Liberalism as religion

Godless is like Slander and Treason before it, a best-selling extended indictment of liberals. In fact, I got the eerie feeling as I was reading that I had heard some of these self-incriminating New York Times quotes before. I probably did. In Godless Ann Coulter posits that liberalism is a kind of religion. It has its sacrament: abortion; its priesthood: teachers; its creation myth: evolution. Whereas statements about the “Willie Horton ad” made by the Times or various liberals were evidence of liberal media bias in Slander, in Godless Willie Horton is liberalism’s martyr. It is not a bad formula for success. Make the broad charge, do some research on Lexis or Google and the book begins to write itself. It’s not hard to imagine Ann continuing the series with titles like Crybabies: Liberals Whine When they Lose or Perverts: Liberals Rape Your Child and Abort Your Grandchild, or maybe even Fat and Ugly: You Know I’m Talkin’ Bout Liberals.

Liberalism as religion or substitute for religion is a metaphor that goes back to the French Revolution–where quite literally the revolutionaries who stormed the Cathedral of Notre Dame attempted to convert it to a Tower of Reason. Coulter’s application of this metaphor to modern liberalism is clever. Coulter included a built in proof to her metaphor with the fifth chapter “Liberals’ Doctrine of Infallibility: Sobbing Hysterical Women.” Matt Lauer made Coulter’s point for her by unctuously confronting Coulter about her disparaging remarks on “the Jersey Girls”, four 9/11 widows who promoted the 9/11 Commission, and later the Kerry candidacy. The New York tabloids threw a fit about “cruel Coulter.” It was a slow news week, I guess. However I couldn’t help but think that Coulter almost gets away with the outrageous things she says because she is a woman.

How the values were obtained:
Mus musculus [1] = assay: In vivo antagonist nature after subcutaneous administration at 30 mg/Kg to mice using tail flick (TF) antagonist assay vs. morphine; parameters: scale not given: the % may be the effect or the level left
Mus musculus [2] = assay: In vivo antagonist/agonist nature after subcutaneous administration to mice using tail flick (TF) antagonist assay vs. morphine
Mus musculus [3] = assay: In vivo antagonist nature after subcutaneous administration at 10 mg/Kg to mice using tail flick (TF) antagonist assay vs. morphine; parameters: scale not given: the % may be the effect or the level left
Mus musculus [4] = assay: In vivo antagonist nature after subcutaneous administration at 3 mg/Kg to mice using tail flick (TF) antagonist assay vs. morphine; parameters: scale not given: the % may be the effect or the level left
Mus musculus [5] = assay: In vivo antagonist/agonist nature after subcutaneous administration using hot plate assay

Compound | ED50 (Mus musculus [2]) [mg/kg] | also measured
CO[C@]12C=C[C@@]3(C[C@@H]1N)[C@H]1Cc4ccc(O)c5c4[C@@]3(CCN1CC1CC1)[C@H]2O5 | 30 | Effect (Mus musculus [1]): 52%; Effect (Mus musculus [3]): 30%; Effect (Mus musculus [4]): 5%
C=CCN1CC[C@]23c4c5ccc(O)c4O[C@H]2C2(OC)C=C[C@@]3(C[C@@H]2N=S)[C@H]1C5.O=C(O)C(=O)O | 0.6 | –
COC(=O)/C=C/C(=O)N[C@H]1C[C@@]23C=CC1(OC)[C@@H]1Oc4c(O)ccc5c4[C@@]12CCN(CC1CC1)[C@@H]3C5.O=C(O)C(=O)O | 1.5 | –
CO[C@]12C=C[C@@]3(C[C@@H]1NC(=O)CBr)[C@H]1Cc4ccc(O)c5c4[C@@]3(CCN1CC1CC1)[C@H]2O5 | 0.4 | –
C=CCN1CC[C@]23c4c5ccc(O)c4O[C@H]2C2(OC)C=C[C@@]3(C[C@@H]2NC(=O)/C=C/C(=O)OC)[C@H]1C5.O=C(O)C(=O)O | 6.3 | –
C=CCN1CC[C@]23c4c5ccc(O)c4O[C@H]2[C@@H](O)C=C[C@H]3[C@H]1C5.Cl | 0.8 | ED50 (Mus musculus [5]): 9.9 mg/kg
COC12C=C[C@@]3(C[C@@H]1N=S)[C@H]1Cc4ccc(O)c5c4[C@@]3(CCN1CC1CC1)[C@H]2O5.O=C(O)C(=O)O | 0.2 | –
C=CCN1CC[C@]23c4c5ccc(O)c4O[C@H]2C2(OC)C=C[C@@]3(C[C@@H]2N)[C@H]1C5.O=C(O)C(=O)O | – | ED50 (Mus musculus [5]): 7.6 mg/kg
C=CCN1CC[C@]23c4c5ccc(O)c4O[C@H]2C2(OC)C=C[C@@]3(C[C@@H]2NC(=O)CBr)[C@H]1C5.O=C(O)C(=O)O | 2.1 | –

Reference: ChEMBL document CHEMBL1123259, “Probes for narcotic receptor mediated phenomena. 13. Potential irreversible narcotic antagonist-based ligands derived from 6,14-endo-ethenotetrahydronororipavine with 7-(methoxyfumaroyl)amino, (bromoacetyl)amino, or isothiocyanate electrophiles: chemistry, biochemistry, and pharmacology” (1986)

The most fascinating thing about the book is the concluding four-chapter assault on evolution and the “Darwiniacs” who promote it. Coulter is perhaps the largest figure in our popular culture to come out full bore for Intelligent Design and against evolution. My acceptance of evolutionary theory has been based less on a knowledge of biology or the geologic record than on the weight of popular opinion. You don’t meet a lot of credentialed Intelligent Design advocates. But Coulter is plainly right to inform her readers that “Survival of the Fittest” is an absurd tautology. Coulter is most convincing when recounting the anti-religious bias, the promotion of fraudulent evidence and bully tactics marshaled to defend the theory of evolution.

I’ve always thought Coulter was at her worst when she seeks the most extreme proponent of an idea and then generalizes about liberals based on that eccentric. Pete Singer, the bioethics professor infamous for saying that killing a newborn child with Down’s syndrome or hemophilia “is not morally equivalent to killing a person” is used as a stand-in for liberals. That can’t be fair, can it? But then, Coulter quotes the New Yorker hailing him as “the most influential living philosopher,” and The New York Times breathlessly reporting his wide influence.

Coulter’s prose style is reminiscent of exiled National Review editor Joe Sobran who is quoted in the book and thanked in the acknowledgements. Like Sobran, Coulter’s gift as a polemicist is the counterpunch. Responding to Howard Dean’s statement, “I don’t have any objection to someone who is pro-life, if they are really dedicated to the welfare of children,” Coulter responds, “Conversely, I suppose, if you are pro-abortion and you hate kids, Dr. Dean would be cool with that, too.”

It seems that it no longer matters what the intellectual Right thinks of Ann Coulter. She is now so firmly fixed in the cultural firmament that she has transcended the conservative media apparatus that created her. CPAC attendees will continue to treat her like a rock star and liberals will continue to sputter and gasp at the mention of her name. With that kind of cultural capital you think she might turn some of her rhetorical guns on the big spending summer soldiers in the culture war: the Republicans. Not yet, at least.

Michael Brendan Dougherty is Books Editor for the New Pantagrual and blogs at Surfeited with Dainties.

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